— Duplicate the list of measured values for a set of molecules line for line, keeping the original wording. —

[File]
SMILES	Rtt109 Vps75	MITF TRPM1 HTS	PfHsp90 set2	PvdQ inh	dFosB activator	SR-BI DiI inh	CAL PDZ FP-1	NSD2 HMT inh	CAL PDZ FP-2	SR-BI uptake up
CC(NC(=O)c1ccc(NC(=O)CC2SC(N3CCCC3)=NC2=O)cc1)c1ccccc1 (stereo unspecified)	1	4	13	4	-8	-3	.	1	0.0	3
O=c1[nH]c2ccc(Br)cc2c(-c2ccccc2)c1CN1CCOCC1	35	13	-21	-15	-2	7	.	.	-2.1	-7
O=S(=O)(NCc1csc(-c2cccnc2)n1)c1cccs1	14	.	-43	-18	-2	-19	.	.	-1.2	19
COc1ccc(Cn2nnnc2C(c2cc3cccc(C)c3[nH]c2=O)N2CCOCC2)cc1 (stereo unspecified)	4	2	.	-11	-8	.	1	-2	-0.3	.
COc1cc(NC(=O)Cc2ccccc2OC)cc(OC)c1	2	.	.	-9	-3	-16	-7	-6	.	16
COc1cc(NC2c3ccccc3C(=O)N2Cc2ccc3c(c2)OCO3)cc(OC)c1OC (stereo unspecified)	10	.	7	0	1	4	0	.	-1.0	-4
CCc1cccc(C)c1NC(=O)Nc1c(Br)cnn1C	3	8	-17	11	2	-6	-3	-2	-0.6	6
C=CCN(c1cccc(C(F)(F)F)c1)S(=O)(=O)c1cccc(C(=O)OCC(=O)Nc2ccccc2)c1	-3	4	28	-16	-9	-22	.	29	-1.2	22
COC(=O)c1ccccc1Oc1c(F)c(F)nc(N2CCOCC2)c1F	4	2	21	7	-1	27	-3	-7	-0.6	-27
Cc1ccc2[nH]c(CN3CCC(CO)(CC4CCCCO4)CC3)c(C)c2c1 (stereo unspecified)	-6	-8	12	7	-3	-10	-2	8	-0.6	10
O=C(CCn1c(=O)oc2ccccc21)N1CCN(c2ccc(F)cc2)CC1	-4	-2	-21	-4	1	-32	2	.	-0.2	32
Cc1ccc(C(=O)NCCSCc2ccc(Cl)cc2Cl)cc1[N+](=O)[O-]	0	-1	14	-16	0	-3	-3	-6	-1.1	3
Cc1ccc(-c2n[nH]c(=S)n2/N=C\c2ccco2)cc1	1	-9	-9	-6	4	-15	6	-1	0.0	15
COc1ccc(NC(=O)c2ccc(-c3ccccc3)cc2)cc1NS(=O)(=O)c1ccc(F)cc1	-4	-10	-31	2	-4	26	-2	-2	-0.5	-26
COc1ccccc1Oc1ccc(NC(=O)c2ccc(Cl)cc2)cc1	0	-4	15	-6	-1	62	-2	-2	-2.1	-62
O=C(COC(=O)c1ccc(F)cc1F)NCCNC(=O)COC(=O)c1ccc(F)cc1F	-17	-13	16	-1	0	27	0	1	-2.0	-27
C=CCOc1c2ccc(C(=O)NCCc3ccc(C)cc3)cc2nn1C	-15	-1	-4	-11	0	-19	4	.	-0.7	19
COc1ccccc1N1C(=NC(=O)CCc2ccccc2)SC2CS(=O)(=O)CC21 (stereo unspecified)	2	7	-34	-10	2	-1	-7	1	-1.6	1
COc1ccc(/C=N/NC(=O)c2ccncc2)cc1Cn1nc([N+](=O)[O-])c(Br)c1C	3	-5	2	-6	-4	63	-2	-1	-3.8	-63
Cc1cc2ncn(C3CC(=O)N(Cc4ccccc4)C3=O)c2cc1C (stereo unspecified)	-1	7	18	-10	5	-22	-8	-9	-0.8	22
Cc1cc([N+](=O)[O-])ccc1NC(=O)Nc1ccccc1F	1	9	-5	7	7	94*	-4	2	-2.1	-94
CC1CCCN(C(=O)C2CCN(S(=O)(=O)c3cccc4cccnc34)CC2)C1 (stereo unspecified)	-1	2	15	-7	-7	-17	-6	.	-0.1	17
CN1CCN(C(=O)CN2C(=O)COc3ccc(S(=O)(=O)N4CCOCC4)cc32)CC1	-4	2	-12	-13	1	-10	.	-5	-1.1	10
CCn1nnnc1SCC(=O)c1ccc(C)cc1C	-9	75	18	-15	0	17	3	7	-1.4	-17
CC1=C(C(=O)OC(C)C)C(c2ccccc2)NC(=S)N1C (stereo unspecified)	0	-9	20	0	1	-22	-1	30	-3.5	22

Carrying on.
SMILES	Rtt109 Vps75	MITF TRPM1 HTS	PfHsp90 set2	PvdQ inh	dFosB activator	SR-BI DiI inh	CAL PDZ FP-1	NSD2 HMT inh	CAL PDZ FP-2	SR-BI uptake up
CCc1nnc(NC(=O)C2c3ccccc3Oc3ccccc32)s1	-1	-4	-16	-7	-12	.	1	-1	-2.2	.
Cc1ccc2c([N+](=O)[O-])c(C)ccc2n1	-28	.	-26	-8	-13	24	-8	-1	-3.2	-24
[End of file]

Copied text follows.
SMILES	Rtt109 Vps75	MITF TRPM1 HTS	PfHsp90 set2	PvdQ inh	dFosB activator	SR-BI DiI inh	CAL PDZ FP-1	NSD2 HMT inh	CAL PDZ FP-2	SR-BI uptake up
CC(NC(=O)c1ccc(NC(=O)CC2SC(N3CCCC3)=NC2=O)cc1)c1ccccc1 (stereo unspecified)	1	4	13	4	-8	-3	.	1	0.0	3
O=c1[nH]c2ccc(Br)cc2c(-c2ccccc2)c1CN1CCOCC1	35	13	-21	-15	-2	7	.	.	-2.1	-7
O=S(=O)(NCc1csc(-c2cccnc2)n1)c1cccs1	14	.	-43	-18	-2	-19	.	.	-1.2	19
COc1ccc(Cn2nnnc2C(c2cc3cccc(C)c3[nH]c2=O)N2CCOCC2)cc1 (stereo unspecified)	4	2	.	-11	-8	.	1	-2	-0.3	.
COc1cc(NC(=O)Cc2ccccc2OC)cc(OC)c1	2	.	.	-9	-3	-16	-7	-6	.	16
COc1cc(NC2c3ccccc3C(=O)N2Cc2ccc3c(c2)OCO3)cc(OC)c1OC (stereo unspecified)	10	.	7	0	1	4	0	.	-1.0	-4
CCc1cccc(C)c1NC(=O)Nc1c(Br)cnn1C	3	8	-17	11	2	-6	-3	-2	-0.6	6
C=CCN(c1cccc(C(F)(F)F)c1)S(=O)(=O)c1cccc(C(=O)OCC(=O)Nc2ccccc2)c1	-3	4	28	-16	-9	-22	.	29	-1.2	22
COC(=O)c1ccccc1Oc1c(F)c(F)nc(N2CCOCC2)c1F	4	2	21	7	-1	27	-3	-7	-0.6	-27
Cc1ccc2[nH]c(CN3CCC(CO)(CC4CCCCO4)CC3)c(C)c2c1 (stereo unspecified)	-6	-8	12	7	-3	-10	-2	8	-0.6	10
O=C(CCn1c(=O)oc2ccccc21)N1CCN(c2ccc(F)cc2)CC1	-4	-2	-21	-4	1	-32	2	.	-0.2	32
Cc1ccc(C(=O)NCCSCc2ccc(Cl)cc2Cl)cc1[N+](=O)[O-]	0	-1	14	-16	0	-3	-3	-6	-1.1	3
Cc1ccc(-c2n[nH]c(=S)n2/N=C\c2ccco2)cc1	1	-9	-9	-6	4	-15	6	-1	0.0	15
COc1ccc(NC(=O)c2ccc(-c3ccccc3)cc2)cc1NS(=O)(=O)c1ccc(F)cc1	-4	-10	-31	2	-4	26	-2	-2	-0.5	-26
COc1ccccc1Oc1ccc(NC(=O)c2ccc(Cl)cc2)cc1	0	-4	15	-6	-1	62	-2	-2	-2.1	-62
O=C(COC(=O)c1ccc(F)cc1F)NCCNC(=O)COC(=O)c1ccc(F)cc1F	-17	-13	16	-1	0	27	0	1	-2.0	-27
C=CCOc1c2ccc(C(=O)NCCc3ccc(C)cc3)cc2nn1C	-15	-1	-4	-11	0	-19	4	.	-0.7	19
COc1ccccc1N1C(=NC(=O)CCc2ccccc2)SC2CS(=O)(=O)CC21 (stereo unspecified)	2	7	-34	-10	2	-1	-7	1	-1.6	1
COc1ccc(/C=N/NC(=O)c2ccncc2)cc1Cn1nc([N+](=O)[O-])c(Br)c1C	3	-5	2	-6	-4	63	-2	-1	-3.8	-63
Cc1cc2ncn(C3CC(=O)N(Cc4ccccc4)C3=O)c2cc1C (stereo unspecified)	-1	7	18	-10	5	-22	-8	-9	-0.8	22
Cc1cc([N+](=O)[O-])ccc1NC(=O)Nc1ccccc1F	1	9	-5	7	7	94*	-4	2	-2.1	-94
CC1CCCN(C(=O)C2CCN(S(=O)(=O)c3cccc4cccnc34)CC2)C1 (stereo unspecified)	-1	2	15	-7	-7	-17	-6	.	-0.1	17
CN1CCN(C(=O)CN2C(=O)COc3ccc(S(=O)(=O)N4CCOCC4)cc32)CC1	-4	2	-12	-13	1	-10	.	-5	-1.1	10
CCn1nnnc1SCC(=O)c1ccc(C)cc1C	-9	75	18	-15	0	17	3	7	-1.4	-17
CC1=C(C(=O)OC(C)C)C(c2ccccc2)NC(=S)N1C (stereo unspecified)	0	-9	20	0	1	-22	-1	30	-3.5	22

Carrying on.
SMILES	Rtt109 Vps75	MITF TRPM1 HTS	PfHsp90 set2	PvdQ inh	dFosB activator	SR-BI DiI inh	CAL PDZ FP-1	NSD2 HMT inh	CAL PDZ FP-2	SR-BI uptake up
CCc1nnc(NC(=O)C2c3ccccc3Oc3ccccc32)s1	-1	-4	-16	-7	-12	.	1	-1	-2.2	.
Cc1ccc2c([N+](=O)[O-])c(C)ccc2n1	-28	.	-26	-8	-13	24	-8	-1	-3.2	-24